|The first excerpt represents the element of Air. It speaks of mental influences and the process of thought, and is drawn from Lady Susan by Jane Austen:
"Good God!" she exclaimed, "what an opinion you must have of me! Can you
possibly suppose that I was aware of her unhappiness! that it was my object
to make my own child miserable, and that I had forbidden her speaking to
you on the subject from a fear of your interrupting the diabolical scheme?
Do you think me destitute of every honest, every natural feeling? Am I
capable of consigning HER to everlasting: misery whose welfare it is my
first earthly duty to promote? The idea is horrible!" "What, then, was your
intention when you insisted on her silence?" "Of what use, my dear sister,
could be any application to you, however the affair might stand? Why should
I subject you to entreaties which I refused to attend to myself? Neither
for your sake nor for hers, nor for my own, could such a thing be
|The second excerpt represents the element of Fire. It speaks of emotional influences and base passions, and is drawn from Herodias by Gustave Flaubert:
Magog, the demons of the North; but the other would exterminate the
Prince of Evil; and for centuries the coming of this Saviour of
mankind had been expected at any moment.
At this, the priests began to talk in low tones among themselves.
Eleazar addressed Jacob, saying that it had always been understood
that the Messiah would be a son of David, not of a carpenter; and that
he would confirm the law, whereas this Nazarene attacked it.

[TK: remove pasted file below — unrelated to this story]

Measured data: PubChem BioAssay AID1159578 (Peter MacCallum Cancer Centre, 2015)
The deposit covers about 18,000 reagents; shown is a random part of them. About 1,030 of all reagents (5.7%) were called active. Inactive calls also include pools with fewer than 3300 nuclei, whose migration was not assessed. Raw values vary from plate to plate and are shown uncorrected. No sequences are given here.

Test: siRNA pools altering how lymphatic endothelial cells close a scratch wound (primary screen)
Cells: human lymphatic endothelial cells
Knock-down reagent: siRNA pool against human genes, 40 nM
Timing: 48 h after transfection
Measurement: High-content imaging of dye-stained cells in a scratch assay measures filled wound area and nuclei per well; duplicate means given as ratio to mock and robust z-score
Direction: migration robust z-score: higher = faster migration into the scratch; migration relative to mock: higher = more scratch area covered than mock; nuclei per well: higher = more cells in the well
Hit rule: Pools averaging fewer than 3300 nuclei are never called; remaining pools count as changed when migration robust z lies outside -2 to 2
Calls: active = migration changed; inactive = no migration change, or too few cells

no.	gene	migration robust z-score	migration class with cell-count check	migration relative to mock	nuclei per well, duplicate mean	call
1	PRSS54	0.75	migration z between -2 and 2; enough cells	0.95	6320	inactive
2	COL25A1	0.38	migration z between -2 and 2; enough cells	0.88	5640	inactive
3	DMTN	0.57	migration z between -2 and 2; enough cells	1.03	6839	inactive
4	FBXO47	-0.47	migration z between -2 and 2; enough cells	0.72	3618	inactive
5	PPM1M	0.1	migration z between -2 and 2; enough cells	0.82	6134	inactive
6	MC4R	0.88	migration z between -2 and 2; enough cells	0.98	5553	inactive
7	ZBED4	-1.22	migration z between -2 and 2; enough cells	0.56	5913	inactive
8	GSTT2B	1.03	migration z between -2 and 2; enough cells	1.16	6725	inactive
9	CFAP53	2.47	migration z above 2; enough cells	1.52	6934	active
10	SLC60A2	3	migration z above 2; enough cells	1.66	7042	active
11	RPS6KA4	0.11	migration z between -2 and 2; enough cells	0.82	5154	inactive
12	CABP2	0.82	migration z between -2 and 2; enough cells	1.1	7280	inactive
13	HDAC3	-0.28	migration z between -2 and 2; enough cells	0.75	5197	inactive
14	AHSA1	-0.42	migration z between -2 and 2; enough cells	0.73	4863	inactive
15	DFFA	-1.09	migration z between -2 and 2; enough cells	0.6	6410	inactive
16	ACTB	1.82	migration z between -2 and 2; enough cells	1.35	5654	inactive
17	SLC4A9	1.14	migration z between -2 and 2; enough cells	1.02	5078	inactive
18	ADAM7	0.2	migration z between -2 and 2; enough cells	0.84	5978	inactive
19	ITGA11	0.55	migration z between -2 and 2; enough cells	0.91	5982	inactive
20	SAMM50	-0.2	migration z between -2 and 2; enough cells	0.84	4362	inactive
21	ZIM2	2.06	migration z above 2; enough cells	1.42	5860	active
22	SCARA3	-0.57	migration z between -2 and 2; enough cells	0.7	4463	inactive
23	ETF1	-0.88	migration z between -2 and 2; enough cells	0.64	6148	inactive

Furthermore, as a still stronger argument against the pretender, it
had been promised that the Messiah should be preceded by Elias.
"But Elias has come!" Jacob answered.
"Elias! Elias!" was repeated from one end of the banqueting-hall to
|The third excerpt represents the element of Water. It speaks of pure spiritual influences and feelings of love, and is drawn from King Henry VI by William Shakespeare:
For I should melt at an offender's tears,
And lowly words were ransom for their fault.
Unless it were a bloody murtherer,
Or foul felonious thief that fleec'd poor passengers,
I never gave them condign punishment.
Murther indeed, that bloody sin, I tortur'd
Above the felon or what trespass else.
My lord, these faults are easy, quickly answer'd;
But mightier crimes are laid unto your charge,
Whereof you cannot easily purge yourself.
|The fourth excerpt represents the element of Earth. It speaks of physical influences and the impact of the unseen on the visible world, and is drawn from La Grande Breteche by Honore de Balzac:
quickly like an enclosing fence, and half hide the house. The wild
plants we call weeds have clothed the bank with their beautiful
luxuriance. The fruit-trees, neglected for these ten years past, no
longer bear a crop, and their suckers have formed a thicket. The
espaliers are like a copse. The paths, once graveled, are overgrown
with purslane; but, to be accurate there is no trace of a path.
"Looking down from the hilltop, to which cling the ruins of the old
castle of the Dukes of Vendome, the only spot whence the eye can see
into this enclosure, we think that at a time, difficult now to
determine, this spot of earth must have been the joy of some country
gentleman devoted to roses and tulips, in a word, to horticulture, but
La Grande Breteche